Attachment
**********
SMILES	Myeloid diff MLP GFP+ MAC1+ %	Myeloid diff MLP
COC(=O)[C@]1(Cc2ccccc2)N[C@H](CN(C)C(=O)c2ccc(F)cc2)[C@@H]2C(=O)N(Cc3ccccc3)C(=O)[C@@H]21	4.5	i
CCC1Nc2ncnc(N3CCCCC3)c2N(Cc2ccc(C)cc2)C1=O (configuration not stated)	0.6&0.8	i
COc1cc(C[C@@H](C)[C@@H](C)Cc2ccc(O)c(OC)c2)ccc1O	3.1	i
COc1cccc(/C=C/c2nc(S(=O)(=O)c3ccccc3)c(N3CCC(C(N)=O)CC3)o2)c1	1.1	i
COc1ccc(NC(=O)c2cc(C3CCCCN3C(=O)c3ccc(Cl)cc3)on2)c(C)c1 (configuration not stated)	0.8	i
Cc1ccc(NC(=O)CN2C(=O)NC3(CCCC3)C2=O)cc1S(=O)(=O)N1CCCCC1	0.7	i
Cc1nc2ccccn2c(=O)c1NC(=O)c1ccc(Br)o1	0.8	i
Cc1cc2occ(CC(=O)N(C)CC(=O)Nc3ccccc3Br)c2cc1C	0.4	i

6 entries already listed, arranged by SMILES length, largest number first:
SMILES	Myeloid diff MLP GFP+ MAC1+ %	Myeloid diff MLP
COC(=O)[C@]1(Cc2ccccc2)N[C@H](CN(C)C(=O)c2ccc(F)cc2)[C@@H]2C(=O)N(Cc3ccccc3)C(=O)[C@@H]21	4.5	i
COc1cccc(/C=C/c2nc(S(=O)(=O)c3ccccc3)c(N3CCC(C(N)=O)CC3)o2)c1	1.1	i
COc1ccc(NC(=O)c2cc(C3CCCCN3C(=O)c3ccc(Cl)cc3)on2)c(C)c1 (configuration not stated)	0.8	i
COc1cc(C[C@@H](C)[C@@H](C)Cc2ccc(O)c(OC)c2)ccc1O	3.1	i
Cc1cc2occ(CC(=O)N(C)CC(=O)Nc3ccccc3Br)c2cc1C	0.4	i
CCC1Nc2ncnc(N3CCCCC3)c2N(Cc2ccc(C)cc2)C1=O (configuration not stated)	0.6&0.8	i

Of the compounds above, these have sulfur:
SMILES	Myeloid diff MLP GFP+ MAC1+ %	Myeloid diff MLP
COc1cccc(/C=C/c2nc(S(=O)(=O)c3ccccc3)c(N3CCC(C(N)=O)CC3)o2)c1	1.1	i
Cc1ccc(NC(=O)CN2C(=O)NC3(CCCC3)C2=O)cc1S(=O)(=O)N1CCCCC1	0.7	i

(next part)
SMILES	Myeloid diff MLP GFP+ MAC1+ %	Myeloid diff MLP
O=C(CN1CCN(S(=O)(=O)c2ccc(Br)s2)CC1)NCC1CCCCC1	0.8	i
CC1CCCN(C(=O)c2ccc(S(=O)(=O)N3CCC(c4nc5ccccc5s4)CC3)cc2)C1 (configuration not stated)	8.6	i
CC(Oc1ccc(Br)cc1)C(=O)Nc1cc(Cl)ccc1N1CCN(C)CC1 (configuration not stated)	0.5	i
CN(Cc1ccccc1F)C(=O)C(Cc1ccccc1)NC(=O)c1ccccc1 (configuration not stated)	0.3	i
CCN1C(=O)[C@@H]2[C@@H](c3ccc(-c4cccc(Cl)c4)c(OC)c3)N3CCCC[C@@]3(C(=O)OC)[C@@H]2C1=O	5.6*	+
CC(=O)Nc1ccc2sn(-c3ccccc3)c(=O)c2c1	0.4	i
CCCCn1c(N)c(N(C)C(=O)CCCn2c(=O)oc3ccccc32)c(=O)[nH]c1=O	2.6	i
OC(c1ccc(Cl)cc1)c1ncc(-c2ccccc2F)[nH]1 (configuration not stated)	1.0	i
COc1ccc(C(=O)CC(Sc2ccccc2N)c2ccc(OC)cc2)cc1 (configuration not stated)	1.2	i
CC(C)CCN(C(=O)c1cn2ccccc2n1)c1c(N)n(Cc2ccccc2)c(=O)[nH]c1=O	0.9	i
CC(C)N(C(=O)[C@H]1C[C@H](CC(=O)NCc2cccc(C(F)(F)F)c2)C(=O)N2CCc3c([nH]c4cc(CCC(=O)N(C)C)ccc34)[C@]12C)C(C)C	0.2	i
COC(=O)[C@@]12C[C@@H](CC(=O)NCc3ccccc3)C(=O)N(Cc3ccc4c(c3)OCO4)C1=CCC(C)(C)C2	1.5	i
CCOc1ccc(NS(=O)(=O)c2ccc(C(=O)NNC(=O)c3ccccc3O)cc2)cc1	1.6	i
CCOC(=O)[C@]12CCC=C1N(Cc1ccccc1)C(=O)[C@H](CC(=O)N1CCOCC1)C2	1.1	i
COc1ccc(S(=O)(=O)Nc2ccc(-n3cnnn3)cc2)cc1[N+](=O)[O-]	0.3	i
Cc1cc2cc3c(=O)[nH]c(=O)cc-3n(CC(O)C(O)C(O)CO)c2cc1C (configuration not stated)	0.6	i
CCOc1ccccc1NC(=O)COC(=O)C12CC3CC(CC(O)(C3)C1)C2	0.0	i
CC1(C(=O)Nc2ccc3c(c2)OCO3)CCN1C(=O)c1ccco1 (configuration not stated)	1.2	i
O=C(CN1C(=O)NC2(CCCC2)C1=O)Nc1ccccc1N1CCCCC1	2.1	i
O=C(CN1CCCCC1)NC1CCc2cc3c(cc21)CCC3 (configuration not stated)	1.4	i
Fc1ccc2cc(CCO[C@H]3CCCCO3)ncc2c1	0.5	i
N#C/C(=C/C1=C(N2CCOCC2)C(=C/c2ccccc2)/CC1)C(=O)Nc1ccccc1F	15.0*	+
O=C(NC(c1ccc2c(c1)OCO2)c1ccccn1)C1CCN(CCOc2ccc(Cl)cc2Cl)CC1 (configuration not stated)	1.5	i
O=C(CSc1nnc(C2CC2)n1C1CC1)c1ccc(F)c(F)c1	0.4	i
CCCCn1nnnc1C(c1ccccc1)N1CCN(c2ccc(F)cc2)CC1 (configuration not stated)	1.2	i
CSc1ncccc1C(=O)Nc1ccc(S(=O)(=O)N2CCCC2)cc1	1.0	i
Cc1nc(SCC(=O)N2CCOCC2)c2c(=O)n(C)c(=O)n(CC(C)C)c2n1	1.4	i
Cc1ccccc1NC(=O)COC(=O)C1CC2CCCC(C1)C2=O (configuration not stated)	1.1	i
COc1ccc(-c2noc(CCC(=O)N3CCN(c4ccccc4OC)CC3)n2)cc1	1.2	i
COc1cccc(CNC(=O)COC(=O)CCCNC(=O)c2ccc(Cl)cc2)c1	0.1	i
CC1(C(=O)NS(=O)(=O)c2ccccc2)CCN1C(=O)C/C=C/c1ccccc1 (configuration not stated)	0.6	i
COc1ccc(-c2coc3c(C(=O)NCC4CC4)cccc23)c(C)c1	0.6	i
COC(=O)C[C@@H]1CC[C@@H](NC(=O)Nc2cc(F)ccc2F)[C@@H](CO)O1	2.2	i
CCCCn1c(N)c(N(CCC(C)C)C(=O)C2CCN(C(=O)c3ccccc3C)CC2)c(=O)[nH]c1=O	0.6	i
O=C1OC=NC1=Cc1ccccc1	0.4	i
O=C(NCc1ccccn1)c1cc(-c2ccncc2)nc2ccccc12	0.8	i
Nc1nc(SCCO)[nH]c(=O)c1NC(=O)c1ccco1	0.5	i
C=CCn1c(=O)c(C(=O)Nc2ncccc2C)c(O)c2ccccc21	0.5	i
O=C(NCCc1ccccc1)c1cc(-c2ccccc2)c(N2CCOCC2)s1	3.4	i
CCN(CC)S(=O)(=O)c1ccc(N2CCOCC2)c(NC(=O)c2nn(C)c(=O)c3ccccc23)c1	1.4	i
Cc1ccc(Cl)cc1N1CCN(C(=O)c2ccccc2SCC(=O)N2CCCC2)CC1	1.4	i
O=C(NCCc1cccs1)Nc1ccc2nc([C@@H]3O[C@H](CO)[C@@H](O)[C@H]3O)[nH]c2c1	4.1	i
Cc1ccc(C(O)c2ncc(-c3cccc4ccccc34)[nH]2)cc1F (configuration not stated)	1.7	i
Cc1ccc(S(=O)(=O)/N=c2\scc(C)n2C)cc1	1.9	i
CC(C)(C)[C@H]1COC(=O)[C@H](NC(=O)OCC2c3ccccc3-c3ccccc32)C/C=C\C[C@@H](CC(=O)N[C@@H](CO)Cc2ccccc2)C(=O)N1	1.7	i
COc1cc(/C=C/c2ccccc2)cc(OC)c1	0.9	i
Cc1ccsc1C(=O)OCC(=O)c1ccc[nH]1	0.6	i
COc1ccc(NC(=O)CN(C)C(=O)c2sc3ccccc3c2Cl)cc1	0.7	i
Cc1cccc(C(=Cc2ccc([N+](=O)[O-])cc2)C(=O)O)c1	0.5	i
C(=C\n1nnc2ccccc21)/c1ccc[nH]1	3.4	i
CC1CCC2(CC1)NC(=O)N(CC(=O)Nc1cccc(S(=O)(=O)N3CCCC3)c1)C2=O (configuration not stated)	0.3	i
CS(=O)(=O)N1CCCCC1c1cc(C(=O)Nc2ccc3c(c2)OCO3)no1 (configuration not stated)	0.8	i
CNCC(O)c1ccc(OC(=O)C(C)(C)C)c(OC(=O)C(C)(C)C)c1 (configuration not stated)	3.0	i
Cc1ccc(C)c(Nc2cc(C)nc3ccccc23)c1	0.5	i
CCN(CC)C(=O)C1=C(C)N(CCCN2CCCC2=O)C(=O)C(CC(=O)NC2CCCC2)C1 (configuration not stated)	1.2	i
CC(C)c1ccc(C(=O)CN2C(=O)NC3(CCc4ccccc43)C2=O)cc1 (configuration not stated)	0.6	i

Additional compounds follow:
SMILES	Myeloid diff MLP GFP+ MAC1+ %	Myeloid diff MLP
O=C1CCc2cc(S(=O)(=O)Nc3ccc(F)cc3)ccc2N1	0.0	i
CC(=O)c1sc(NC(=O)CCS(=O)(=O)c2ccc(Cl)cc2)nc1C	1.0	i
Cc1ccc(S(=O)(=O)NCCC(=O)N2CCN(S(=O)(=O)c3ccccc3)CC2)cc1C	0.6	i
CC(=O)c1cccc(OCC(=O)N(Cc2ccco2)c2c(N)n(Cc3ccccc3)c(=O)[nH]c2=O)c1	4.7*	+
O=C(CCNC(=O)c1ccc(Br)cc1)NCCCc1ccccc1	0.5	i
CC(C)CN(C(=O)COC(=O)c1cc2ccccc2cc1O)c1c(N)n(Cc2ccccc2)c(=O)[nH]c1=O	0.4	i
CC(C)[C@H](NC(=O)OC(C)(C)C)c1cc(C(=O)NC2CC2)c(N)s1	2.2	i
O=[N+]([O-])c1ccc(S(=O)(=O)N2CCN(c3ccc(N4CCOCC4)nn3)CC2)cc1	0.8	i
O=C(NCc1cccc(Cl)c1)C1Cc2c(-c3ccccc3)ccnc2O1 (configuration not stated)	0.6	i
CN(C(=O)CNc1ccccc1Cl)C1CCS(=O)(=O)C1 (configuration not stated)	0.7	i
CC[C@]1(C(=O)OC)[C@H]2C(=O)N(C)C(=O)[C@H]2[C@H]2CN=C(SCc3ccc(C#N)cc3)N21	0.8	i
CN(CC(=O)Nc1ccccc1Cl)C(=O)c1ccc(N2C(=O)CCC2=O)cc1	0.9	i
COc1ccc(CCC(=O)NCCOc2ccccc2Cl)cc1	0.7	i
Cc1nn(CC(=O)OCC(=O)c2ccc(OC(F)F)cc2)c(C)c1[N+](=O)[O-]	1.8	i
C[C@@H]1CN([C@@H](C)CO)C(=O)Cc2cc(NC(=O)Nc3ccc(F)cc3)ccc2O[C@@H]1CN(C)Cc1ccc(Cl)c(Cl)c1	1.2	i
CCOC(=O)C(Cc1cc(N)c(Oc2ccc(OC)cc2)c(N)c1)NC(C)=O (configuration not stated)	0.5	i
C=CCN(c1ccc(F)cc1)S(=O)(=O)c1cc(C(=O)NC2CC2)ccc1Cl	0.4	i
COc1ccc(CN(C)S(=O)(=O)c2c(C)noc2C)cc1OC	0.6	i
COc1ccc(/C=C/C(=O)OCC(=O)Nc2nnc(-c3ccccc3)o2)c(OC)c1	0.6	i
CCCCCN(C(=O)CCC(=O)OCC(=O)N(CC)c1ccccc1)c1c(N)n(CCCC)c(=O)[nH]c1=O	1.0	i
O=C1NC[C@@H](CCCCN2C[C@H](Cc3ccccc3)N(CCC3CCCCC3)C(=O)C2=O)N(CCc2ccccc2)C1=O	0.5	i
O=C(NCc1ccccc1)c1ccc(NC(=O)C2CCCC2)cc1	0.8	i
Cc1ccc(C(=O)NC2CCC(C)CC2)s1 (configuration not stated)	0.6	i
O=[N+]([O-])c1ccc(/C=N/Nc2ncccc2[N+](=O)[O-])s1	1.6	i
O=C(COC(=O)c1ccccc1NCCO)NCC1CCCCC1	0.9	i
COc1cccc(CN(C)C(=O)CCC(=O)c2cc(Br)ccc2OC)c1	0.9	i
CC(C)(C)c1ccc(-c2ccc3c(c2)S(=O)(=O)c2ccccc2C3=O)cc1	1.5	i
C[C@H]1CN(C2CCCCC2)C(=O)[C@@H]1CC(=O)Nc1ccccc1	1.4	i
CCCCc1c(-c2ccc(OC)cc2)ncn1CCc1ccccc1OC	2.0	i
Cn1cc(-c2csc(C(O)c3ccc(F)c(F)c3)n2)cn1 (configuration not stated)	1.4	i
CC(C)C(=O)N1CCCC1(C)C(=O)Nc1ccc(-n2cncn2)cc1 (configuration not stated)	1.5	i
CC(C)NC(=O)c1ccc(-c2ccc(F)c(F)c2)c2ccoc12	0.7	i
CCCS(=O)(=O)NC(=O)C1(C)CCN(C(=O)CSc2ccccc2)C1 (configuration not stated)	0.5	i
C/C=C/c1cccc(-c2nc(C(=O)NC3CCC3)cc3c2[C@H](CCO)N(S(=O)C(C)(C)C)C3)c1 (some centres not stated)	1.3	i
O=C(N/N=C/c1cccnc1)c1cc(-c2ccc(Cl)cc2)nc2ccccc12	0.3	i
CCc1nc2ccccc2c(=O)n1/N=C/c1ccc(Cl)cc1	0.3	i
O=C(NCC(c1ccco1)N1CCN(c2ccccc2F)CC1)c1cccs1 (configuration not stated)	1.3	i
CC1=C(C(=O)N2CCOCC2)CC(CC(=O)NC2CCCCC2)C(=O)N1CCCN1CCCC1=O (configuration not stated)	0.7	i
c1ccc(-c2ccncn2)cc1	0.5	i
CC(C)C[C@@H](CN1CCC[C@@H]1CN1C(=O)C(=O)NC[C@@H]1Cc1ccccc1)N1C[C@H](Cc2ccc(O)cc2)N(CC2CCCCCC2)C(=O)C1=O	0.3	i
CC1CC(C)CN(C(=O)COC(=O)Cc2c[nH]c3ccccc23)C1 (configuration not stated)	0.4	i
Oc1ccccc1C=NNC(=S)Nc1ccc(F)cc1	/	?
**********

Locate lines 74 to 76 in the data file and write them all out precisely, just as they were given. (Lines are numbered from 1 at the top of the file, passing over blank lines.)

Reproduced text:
CC1CCC2(CC1)NC(=O)N(CC(=O)Nc1cccc(S(=O)(=O)N3CCCC3)c1)C2=O (configuration not stated)	0.3	i
CS(=O)(=O)N1CCCCC1c1cc(C(=O)Nc2ccc3c(c2)OCO3)no1 (configuration not stated)	0.8	i
CNCC(O)c1ccc(OC(=O)C(C)(C)C)c(OC(=O)C(C)(C)C)c1 (configuration not stated)	3.0	i